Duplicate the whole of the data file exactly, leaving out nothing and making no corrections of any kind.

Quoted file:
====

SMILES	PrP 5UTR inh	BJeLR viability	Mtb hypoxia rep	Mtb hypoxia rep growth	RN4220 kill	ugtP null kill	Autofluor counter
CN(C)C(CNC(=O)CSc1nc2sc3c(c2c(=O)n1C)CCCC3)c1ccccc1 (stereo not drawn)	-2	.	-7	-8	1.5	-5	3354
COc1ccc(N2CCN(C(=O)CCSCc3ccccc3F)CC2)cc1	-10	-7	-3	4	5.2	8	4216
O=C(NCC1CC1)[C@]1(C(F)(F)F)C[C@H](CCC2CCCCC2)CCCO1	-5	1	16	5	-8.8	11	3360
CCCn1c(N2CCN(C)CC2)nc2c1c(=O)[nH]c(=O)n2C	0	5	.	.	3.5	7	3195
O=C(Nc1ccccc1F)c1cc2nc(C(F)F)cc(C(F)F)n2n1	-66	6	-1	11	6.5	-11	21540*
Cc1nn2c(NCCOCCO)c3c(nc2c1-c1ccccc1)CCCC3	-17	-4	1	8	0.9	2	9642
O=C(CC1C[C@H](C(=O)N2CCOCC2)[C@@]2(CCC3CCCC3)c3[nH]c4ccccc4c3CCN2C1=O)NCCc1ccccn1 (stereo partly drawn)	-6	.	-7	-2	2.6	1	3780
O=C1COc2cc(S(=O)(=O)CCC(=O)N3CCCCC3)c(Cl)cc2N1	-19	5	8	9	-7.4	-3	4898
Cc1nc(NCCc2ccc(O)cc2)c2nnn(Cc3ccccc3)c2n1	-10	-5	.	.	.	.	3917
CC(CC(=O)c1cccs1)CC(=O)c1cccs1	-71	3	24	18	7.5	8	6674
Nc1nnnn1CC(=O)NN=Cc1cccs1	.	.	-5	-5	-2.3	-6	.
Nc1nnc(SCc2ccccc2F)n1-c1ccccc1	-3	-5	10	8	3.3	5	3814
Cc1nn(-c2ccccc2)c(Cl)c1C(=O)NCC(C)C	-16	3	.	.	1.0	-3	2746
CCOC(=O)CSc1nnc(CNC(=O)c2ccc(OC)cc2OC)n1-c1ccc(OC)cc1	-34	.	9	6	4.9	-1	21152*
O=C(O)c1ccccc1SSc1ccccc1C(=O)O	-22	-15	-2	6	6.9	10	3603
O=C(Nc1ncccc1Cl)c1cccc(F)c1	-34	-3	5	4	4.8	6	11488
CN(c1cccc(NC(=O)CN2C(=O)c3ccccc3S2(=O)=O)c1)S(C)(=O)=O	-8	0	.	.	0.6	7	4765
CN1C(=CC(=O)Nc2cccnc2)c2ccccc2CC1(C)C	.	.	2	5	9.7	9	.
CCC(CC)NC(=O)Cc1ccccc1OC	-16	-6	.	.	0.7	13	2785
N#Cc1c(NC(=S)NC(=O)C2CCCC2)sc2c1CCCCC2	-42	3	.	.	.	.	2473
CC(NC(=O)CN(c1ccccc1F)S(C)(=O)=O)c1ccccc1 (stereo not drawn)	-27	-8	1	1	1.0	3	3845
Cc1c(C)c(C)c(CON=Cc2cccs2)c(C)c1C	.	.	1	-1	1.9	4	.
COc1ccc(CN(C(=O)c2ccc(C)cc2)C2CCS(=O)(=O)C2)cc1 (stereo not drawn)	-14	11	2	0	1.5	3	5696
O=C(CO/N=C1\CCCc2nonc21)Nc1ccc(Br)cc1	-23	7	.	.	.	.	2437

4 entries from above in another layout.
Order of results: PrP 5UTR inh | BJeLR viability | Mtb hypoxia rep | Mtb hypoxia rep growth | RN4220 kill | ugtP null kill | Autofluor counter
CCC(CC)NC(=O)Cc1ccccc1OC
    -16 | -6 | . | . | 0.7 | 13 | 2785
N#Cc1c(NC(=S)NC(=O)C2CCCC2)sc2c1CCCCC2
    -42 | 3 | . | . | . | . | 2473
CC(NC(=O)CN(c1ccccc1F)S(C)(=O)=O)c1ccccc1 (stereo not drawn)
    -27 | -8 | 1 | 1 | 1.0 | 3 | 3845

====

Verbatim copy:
SMILES	PrP 5UTR inh	BJeLR viability	Mtb hypoxia rep	Mtb hypoxia rep growth	RN4220 kill	ugtP null kill	Autofluor counter
CN(C)C(CNC(=O)CSc1nc2sc3c(c2c(=O)n1C)CCCC3)c1ccccc1 (stereo not drawn)	-2	.	-7	-8	1.5	-5	3354
COc1ccc(N2CCN(C(=O)CCSCc3ccccc3F)CC2)cc1	-10	-7	-3	4	5.2	8	4216
O=C(NCC1CC1)[C@]1(C(F)(F)F)C[C@H](CCC2CCCCC2)CCCO1	-5	1	16	5	-8.8	11	3360
CCCn1c(N2CCN(C)CC2)nc2c1c(=O)[nH]c(=O)n2C	0	5	.	.	3.5	7	3195
O=C(Nc1ccccc1F)c1cc2nc(C(F)F)cc(C(F)F)n2n1	-66	6	-1	11	6.5	-11	21540*
Cc1nn2c(NCCOCCO)c3c(nc2c1-c1ccccc1)CCCC3	-17	-4	1	8	0.9	2	9642
O=C(CC1C[C@H](C(=O)N2CCOCC2)[C@@]2(CCC3CCCC3)c3[nH]c4ccccc4c3CCN2C1=O)NCCc1ccccn1 (stereo partly drawn)	-6	.	-7	-2	2.6	1	3780
O=C1COc2cc(S(=O)(=O)CCC(=O)N3CCCCC3)c(Cl)cc2N1	-19	5	8	9	-7.4	-3	4898
Cc1nc(NCCc2ccc(O)cc2)c2nnn(Cc3ccccc3)c2n1	-10	-5	.	.	.	.	3917
CC(CC(=O)c1cccs1)CC(=O)c1cccs1	-71	3	24	18	7.5	8	6674
Nc1nnnn1CC(=O)NN=Cc1cccs1	.	.	-5	-5	-2.3	-6	.
Nc1nnc(SCc2ccccc2F)n1-c1ccccc1	-3	-5	10	8	3.3	5	3814
Cc1nn(-c2ccccc2)c(Cl)c1C(=O)NCC(C)C	-16	3	.	.	1.0	-3	2746
CCOC(=O)CSc1nnc(CNC(=O)c2ccc(OC)cc2OC)n1-c1ccc(OC)cc1	-34	.	9	6	4.9	-1	21152*
O=C(O)c1ccccc1SSc1ccccc1C(=O)O	-22	-15	-2	6	6.9	10	3603
O=C(Nc1ncccc1Cl)c1cccc(F)c1	-34	-3	5	4	4.8	6	11488
CN(c1cccc(NC(=O)CN2C(=O)c3ccccc3S2(=O)=O)c1)S(C)(=O)=O	-8	0	.	.	0.6	7	4765
CN1C(=CC(=O)Nc2cccnc2)c2ccccc2CC1(C)C	.	.	2	5	9.7	9	.
CCC(CC)NC(=O)Cc1ccccc1OC	-16	-6	.	.	0.7	13	2785
N#Cc1c(NC(=S)NC(=O)C2CCCC2)sc2c1CCCCC2	-42	3	.	.	.	.	2473
CC(NC(=O)CN(c1ccccc1F)S(C)(=O)=O)c1ccccc1 (stereo not drawn)	-27	-8	1	1	1.0	3	3845
Cc1c(C)c(C)c(CON=Cc2cccs2)c(C)c1C	.	.	1	-1	1.9	4	.
COc1ccc(CN(C(=O)c2ccc(C)cc2)C2CCS(=O)(=O)C2)cc1 (stereo not drawn)	-14	11	2	0	1.5	3	5696
O=C(CO/N=C1\CCCc2nonc21)Nc1ccc(Br)cc1	-23	7	.	.	.	.	2437

4 entries from above in another layout.
Order of results: PrP 5UTR inh | BJeLR viability | Mtb hypoxia rep | Mtb hypoxia rep growth | RN4220 kill | ugtP null kill | Autofluor counter
CCC(CC)NC(=O)Cc1ccccc1OC
    -16 | -6 | . | . | 0.7 | 13 | 2785
N#Cc1c(NC(=S)NC(=O)C2CCCC2)sc2c1CCCCC2
    -42 | 3 | . | . | . | . | 2473
CC(NC(=O)CN(c1ccccc1F)S(C)(=O)=O)c1ccccc1 (stereo not drawn)
    -27 | -8 | 1 | 1 | 1.0 | 3 | 3845